Amid a pattern of mass shootings across the country, the U.S. Supreme Court is debating the constitutionality of a longtime gun law in New York—and one Fordham professor is trying to help them make their final decision.
Last summer, Saul Cornell, Ph.D., the Paul and Diane Guenther Chair in American History, weighed in on U.S. Supreme Court case New York State Rifle & Pistol Association Inc. v. Bruen. At the heart of the case is a 1911 law that says New Yorkers who carry a concealed firearm outside their home must demonstrate a special need for self-protection.
Gun-control activists want to keep this law because it will prevent some people from carrying guns and committing violent acts, said Cornell. However, National Rifle Association conservatives want to get rid of this law so more people can carry guns without having to give a reason, he said. The court is now trying to decide whether or not this law violates the Second Amendment.
Cornell, a historian whose work has been widely cited by legal scholars, said that history supports the notion of needing a reason to carry a gun. However, conservative justices who will decide the case are claiming their decision is based on historical precedent, yet willfully ignoring actual historical facts that support the regulation of guns, he said.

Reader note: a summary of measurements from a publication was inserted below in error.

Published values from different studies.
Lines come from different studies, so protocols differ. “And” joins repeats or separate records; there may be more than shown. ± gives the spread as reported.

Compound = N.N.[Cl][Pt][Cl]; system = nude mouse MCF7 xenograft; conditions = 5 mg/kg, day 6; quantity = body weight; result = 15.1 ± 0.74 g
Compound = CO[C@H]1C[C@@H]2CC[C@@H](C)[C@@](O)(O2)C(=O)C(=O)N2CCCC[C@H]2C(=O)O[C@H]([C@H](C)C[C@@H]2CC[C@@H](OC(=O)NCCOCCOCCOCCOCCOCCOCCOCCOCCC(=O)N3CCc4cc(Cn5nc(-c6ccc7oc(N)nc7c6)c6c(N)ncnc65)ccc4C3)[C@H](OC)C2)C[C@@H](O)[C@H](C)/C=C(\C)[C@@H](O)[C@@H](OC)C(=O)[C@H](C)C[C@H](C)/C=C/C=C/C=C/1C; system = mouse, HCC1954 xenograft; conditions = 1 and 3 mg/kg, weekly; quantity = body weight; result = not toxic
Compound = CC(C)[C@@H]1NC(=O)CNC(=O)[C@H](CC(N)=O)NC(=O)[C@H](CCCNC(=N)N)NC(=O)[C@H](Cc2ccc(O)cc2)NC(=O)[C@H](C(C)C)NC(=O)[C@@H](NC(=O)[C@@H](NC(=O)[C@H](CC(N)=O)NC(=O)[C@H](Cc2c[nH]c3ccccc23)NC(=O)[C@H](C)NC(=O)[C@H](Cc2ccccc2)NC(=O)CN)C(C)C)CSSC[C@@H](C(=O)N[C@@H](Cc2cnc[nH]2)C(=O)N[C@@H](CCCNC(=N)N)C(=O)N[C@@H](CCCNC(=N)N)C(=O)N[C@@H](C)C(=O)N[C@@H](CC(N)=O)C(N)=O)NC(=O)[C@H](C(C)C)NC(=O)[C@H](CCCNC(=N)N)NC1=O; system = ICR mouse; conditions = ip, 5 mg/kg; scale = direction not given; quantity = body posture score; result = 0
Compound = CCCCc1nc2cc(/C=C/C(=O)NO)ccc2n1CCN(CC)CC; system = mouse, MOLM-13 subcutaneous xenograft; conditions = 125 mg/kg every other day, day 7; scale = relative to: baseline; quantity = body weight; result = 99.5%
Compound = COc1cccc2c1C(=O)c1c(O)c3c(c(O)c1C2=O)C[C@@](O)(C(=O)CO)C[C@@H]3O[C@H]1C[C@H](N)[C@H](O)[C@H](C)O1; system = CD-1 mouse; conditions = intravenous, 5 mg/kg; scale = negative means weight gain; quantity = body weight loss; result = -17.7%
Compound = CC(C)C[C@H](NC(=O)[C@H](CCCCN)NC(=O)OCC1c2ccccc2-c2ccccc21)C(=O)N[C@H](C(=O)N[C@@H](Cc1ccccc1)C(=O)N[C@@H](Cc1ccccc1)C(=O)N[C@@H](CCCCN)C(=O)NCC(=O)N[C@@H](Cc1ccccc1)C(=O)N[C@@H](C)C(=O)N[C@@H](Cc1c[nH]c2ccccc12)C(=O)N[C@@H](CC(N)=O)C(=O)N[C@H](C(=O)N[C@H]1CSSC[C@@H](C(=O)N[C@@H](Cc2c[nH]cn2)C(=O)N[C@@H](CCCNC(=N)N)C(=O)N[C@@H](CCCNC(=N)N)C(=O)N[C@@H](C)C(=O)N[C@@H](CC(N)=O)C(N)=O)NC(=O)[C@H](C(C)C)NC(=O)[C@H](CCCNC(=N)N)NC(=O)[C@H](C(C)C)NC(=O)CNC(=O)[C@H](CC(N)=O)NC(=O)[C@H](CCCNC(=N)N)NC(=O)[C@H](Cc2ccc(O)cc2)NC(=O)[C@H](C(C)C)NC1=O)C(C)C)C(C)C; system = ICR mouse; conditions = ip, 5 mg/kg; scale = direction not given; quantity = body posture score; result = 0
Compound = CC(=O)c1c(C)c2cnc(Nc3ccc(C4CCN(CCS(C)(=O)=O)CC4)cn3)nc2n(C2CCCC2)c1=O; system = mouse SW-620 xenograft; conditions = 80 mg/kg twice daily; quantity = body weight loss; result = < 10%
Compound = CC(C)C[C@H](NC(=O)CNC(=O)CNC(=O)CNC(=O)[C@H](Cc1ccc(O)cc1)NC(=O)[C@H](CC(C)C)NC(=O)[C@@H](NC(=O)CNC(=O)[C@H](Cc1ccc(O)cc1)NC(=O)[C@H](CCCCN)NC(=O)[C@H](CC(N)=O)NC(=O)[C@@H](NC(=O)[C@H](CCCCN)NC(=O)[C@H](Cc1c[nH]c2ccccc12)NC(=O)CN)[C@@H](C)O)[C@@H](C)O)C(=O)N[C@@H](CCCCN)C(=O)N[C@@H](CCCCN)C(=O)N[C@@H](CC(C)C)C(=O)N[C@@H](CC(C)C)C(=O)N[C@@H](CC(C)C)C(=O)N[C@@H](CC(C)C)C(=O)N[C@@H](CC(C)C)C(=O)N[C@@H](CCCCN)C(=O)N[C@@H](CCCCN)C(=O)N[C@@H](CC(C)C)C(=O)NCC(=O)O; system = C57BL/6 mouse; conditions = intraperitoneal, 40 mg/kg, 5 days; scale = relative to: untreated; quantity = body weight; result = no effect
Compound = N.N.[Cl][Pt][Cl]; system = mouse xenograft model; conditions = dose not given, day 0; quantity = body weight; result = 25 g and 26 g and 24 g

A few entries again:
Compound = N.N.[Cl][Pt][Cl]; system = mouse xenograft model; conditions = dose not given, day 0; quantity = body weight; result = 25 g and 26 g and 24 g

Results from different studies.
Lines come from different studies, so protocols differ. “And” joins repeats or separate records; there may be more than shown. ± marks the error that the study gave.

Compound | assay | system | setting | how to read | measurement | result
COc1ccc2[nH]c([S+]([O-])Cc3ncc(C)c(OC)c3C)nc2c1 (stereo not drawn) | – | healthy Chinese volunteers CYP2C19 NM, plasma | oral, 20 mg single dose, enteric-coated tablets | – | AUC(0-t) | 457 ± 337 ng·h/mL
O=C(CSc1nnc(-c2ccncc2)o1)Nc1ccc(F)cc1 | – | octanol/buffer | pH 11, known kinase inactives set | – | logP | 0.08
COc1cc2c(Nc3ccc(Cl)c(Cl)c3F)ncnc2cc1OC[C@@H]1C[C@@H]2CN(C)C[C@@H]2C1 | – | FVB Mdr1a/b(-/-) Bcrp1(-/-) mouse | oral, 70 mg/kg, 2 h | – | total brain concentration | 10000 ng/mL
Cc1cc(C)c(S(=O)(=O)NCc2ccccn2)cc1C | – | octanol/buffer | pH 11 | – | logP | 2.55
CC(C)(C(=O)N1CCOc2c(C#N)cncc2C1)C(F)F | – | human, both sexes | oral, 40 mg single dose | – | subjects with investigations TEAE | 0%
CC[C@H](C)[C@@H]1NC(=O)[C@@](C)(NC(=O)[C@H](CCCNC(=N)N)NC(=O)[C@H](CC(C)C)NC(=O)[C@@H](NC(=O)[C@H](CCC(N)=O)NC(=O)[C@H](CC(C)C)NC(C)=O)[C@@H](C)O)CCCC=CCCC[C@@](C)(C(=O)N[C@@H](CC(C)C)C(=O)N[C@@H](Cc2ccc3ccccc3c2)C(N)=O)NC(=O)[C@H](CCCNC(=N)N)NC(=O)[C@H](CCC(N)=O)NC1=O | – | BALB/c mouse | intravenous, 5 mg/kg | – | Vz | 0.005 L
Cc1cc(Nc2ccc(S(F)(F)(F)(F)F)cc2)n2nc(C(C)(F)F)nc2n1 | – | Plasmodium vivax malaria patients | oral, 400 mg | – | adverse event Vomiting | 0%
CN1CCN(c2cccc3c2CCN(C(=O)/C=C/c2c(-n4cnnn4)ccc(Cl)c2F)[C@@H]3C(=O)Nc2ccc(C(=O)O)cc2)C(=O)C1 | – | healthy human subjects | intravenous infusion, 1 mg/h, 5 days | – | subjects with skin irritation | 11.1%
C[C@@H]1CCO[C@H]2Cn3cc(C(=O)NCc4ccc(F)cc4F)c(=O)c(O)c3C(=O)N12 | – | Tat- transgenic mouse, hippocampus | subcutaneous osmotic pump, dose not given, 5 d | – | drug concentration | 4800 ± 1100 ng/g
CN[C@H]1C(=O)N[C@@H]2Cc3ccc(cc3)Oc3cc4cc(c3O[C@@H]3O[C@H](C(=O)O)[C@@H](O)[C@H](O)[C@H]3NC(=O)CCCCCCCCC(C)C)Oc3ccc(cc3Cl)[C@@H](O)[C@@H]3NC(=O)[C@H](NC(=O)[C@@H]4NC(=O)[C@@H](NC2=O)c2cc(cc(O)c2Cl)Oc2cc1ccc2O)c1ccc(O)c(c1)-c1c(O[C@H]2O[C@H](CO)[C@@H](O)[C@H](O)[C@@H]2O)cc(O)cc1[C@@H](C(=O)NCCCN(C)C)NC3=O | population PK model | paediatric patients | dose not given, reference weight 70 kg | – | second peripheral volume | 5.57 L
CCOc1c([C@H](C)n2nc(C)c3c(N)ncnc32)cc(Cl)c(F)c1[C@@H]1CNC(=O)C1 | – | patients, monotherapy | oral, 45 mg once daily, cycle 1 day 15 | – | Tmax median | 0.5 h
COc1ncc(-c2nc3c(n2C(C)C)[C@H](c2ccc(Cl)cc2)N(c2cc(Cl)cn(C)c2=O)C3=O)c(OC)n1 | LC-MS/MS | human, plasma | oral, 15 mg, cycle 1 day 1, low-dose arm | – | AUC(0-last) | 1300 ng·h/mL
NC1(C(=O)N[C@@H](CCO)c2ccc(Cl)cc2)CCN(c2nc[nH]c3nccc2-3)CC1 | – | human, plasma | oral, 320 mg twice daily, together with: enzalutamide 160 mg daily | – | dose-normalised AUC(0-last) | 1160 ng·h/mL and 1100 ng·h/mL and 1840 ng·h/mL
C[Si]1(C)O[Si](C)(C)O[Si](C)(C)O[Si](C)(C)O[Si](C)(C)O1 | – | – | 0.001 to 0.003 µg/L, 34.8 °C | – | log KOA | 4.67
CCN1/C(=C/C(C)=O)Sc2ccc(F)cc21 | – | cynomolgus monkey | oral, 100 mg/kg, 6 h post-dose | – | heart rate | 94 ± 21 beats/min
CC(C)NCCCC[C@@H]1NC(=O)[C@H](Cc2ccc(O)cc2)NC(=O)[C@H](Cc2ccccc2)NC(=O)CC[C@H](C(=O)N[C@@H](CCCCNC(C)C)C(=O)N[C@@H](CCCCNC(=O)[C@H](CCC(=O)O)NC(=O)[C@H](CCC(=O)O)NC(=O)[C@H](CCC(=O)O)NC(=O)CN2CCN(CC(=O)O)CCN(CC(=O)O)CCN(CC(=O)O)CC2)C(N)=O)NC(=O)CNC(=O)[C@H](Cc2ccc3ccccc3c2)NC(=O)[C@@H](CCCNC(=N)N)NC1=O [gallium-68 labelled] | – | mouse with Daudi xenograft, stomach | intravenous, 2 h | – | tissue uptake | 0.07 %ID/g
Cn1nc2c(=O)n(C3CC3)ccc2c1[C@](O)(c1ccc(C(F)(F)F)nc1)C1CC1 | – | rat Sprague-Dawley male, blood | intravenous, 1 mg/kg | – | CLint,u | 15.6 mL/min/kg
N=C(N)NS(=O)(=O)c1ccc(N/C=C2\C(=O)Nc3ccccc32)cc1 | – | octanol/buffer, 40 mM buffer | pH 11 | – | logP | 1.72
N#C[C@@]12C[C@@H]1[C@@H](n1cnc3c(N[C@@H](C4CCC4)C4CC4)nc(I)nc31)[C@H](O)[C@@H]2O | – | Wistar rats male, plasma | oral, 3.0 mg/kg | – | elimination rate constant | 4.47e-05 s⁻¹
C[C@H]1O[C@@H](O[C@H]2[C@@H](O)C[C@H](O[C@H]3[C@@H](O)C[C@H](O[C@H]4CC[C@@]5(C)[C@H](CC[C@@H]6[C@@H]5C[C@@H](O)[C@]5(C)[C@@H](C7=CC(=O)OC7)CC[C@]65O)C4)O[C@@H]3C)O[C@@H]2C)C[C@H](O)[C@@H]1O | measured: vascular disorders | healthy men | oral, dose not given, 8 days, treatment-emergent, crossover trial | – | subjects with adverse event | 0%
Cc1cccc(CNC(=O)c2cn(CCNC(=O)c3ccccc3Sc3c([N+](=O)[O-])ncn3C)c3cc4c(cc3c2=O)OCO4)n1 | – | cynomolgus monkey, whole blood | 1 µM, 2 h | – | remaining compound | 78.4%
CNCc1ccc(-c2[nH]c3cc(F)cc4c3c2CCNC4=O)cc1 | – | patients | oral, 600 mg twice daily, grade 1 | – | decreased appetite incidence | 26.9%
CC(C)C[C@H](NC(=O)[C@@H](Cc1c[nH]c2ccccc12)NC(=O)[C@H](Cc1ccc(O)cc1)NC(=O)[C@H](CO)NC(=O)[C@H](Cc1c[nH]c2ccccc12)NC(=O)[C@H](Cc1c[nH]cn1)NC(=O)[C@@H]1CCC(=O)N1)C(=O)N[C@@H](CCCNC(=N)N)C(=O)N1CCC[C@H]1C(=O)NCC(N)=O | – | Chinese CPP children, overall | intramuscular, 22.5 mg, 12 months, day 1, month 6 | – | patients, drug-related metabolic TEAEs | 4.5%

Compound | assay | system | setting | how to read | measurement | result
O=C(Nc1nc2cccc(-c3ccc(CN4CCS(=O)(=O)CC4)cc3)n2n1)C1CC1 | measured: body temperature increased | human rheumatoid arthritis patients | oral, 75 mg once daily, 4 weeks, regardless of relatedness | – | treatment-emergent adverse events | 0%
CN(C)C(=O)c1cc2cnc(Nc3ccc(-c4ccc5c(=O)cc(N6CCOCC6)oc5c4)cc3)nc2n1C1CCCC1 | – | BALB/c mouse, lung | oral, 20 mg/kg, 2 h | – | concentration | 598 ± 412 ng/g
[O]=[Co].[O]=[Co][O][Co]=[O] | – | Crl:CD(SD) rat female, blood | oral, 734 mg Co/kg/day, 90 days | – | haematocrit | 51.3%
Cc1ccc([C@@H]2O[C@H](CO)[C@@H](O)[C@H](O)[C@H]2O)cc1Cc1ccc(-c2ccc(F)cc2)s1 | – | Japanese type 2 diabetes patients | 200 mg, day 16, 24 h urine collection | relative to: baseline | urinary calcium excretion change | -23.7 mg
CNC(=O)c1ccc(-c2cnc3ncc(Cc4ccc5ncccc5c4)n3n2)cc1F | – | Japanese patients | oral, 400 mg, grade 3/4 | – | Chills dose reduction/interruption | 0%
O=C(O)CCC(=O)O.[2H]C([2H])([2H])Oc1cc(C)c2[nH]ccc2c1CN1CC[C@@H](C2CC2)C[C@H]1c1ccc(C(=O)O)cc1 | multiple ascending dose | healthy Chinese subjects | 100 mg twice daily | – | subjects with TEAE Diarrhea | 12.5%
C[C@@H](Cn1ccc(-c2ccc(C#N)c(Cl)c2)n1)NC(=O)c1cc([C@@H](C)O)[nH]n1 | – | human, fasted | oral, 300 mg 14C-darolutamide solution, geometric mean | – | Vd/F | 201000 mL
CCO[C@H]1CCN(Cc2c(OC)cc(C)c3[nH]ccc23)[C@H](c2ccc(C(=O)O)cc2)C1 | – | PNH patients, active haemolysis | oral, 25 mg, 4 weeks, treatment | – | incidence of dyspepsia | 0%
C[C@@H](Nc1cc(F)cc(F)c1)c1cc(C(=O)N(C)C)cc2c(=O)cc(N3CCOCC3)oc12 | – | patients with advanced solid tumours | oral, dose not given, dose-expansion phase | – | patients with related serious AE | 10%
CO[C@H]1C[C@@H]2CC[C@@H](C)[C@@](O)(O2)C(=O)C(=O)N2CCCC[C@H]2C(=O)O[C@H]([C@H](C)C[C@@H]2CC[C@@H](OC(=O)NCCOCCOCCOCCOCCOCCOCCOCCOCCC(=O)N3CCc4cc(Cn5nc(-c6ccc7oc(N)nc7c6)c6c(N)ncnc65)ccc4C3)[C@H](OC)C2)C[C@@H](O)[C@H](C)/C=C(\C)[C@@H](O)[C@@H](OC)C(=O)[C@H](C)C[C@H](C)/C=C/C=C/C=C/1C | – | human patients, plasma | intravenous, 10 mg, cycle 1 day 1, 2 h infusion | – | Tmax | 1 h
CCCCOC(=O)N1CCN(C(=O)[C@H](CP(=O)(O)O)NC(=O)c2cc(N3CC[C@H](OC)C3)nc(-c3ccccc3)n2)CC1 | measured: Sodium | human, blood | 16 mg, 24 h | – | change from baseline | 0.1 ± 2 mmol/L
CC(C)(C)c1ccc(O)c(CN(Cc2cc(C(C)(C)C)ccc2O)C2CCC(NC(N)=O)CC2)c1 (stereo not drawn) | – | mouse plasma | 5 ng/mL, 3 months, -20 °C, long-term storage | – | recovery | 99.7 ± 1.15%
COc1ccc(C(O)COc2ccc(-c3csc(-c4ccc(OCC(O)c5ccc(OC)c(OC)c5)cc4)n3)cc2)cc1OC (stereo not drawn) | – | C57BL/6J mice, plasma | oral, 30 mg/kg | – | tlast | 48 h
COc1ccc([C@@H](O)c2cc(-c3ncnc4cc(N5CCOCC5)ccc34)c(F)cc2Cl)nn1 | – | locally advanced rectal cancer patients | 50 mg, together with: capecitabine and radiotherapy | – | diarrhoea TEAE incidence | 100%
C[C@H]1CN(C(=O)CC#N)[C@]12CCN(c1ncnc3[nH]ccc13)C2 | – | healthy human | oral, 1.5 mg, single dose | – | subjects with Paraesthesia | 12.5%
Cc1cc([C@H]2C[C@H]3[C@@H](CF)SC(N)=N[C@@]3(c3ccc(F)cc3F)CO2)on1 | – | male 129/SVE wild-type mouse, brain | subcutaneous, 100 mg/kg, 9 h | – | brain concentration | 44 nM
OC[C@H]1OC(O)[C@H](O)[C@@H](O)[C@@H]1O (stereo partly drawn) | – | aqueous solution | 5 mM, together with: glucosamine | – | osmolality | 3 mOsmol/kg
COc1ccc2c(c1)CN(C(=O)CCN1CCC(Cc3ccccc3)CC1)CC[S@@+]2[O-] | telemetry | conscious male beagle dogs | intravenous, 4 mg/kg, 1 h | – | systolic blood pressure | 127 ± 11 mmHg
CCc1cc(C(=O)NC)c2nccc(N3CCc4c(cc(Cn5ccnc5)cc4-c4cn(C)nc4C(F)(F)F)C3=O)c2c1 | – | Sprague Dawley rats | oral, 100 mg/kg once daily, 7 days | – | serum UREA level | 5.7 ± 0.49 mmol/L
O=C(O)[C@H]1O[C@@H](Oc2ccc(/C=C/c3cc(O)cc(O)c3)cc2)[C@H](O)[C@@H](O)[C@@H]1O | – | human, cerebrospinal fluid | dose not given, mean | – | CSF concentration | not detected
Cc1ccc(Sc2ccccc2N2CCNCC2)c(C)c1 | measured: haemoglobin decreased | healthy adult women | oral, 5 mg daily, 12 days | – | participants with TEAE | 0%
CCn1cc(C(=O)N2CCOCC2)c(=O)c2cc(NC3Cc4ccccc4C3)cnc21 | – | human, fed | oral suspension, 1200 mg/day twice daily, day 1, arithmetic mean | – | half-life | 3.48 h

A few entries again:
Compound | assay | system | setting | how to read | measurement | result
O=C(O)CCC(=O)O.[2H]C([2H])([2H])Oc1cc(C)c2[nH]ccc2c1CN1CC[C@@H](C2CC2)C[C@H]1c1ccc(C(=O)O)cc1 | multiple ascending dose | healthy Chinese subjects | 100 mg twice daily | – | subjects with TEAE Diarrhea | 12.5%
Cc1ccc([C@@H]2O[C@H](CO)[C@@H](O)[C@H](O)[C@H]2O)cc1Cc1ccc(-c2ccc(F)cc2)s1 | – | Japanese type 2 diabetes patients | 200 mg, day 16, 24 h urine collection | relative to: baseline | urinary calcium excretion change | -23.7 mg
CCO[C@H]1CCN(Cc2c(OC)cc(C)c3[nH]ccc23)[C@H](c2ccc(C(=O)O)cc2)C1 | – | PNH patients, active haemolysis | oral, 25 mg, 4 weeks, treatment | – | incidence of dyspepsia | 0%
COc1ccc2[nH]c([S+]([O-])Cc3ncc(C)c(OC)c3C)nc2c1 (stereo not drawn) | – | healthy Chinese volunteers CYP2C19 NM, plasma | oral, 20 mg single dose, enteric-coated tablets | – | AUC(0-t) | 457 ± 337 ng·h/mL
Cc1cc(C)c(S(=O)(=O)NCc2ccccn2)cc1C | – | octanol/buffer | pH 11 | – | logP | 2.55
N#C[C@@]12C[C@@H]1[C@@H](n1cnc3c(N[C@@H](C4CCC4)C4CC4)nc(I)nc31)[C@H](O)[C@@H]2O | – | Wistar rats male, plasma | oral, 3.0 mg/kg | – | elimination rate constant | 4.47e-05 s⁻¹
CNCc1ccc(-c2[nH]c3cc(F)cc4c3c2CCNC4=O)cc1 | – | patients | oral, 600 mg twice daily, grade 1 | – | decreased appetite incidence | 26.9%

“To understand the constitutionality of a law, we need to ask three questions: What does that law mean to Americans today? What does it mean to the courts? And what did it mean at the time that it was written and enacted?” Cornell said in this faculty mini-lecture filmed in March. “In most cases, the answers to those questions do not overlap at all. And in the case of guns, the disjuncture between those questions is, in some ways, wider than almost any other area of American law.”
In the video, Cornell explains his role in the court case, which follows a cascade of shootings across the country: in New York, most recently in a Buffalo supermarket and a New York City subway car, and in Texas, the tragic shooting in Robb Elementary School, where 21 people were killed—19 of them children.
The final decision from the court may arrive this June, said Cornell, who also recently wrote an opinion piece for Slate on the matter.
“Given these horrific events, it is hard to fathom how the U.S. Supreme Court could be contemplating striking down a century-old New York gun regulation,” he wrote in the May 19 Slate piece, “but based on the oral argument in the case, this unthinkable reality seems almost inevitable unless the court comes to its senses … and recognizes the long history of gun regulation and enforcement in America, including limits on public carry.”